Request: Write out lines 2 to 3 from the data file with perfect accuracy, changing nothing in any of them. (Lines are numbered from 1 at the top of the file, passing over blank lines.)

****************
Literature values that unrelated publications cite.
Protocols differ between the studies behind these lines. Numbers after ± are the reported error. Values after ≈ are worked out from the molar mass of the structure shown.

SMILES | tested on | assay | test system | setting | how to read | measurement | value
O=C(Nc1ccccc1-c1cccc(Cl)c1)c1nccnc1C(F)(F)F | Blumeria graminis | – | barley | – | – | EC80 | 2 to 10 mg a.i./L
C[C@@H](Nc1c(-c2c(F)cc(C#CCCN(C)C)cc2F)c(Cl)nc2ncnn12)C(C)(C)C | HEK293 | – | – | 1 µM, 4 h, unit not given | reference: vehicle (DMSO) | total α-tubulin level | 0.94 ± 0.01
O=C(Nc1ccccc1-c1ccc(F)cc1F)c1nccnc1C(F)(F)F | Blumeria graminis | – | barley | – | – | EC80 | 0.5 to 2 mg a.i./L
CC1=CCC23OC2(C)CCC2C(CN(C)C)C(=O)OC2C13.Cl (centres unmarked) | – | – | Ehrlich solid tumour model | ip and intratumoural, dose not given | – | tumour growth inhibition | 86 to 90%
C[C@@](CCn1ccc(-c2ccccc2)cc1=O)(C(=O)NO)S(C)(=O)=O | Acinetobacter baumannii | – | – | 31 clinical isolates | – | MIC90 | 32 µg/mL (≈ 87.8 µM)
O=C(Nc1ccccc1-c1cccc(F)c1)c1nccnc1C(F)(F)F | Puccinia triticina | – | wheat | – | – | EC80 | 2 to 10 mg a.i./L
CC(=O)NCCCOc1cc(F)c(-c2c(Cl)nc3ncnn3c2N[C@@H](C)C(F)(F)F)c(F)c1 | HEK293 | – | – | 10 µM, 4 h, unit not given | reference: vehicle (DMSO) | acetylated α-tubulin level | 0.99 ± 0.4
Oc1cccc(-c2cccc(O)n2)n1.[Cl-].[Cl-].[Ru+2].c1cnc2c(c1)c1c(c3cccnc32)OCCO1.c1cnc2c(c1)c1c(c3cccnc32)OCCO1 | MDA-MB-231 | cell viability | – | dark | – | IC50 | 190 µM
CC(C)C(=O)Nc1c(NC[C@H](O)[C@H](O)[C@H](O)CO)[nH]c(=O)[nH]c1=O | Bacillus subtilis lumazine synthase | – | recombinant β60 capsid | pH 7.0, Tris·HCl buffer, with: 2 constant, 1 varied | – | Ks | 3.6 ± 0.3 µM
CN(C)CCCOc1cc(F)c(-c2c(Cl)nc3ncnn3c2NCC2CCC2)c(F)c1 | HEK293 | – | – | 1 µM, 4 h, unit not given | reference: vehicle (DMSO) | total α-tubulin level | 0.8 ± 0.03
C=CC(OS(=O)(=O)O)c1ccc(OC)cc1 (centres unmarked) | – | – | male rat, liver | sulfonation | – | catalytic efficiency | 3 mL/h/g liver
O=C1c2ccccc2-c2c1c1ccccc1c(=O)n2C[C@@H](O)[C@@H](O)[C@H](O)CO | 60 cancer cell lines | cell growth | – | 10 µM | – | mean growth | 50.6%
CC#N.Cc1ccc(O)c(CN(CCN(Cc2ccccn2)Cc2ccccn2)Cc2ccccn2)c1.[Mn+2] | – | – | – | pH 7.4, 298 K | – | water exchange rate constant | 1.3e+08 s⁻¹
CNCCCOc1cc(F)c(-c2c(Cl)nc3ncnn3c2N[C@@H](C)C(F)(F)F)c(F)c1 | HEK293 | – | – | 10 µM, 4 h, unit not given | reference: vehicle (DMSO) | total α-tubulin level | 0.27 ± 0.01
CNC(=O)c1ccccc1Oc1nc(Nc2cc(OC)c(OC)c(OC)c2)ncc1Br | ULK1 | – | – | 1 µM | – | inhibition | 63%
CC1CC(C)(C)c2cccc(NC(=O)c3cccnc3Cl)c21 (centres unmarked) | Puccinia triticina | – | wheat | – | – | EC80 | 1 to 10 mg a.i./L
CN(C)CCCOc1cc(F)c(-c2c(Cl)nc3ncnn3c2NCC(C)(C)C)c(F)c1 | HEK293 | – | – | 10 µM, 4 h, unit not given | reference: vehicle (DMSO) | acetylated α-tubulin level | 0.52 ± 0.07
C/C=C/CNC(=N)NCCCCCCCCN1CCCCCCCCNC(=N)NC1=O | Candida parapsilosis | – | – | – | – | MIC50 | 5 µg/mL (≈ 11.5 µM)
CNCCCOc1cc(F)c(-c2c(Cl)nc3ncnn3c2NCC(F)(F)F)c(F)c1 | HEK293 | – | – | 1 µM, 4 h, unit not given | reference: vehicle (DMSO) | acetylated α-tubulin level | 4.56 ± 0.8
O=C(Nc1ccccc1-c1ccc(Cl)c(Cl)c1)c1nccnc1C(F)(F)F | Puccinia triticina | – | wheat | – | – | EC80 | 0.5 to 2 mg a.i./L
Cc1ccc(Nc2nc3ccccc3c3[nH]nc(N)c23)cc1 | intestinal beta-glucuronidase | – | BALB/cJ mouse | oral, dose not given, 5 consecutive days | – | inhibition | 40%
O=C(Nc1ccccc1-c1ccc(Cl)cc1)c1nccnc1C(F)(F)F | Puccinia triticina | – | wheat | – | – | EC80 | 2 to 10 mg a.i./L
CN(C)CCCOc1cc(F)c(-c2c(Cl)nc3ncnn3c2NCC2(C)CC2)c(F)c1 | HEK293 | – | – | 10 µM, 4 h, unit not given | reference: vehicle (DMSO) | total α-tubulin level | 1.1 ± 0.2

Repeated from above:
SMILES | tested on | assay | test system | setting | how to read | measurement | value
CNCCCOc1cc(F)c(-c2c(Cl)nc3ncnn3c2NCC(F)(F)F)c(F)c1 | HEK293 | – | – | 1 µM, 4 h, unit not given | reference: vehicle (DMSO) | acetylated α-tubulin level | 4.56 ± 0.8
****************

Protocols differ between the studies behind these lines. Numbers after ± are the reported error. Values after ≈ are worked out from the molar mass of the structure shown.

SMILES | tested on | assay | test system | setting | how to read | measurement | value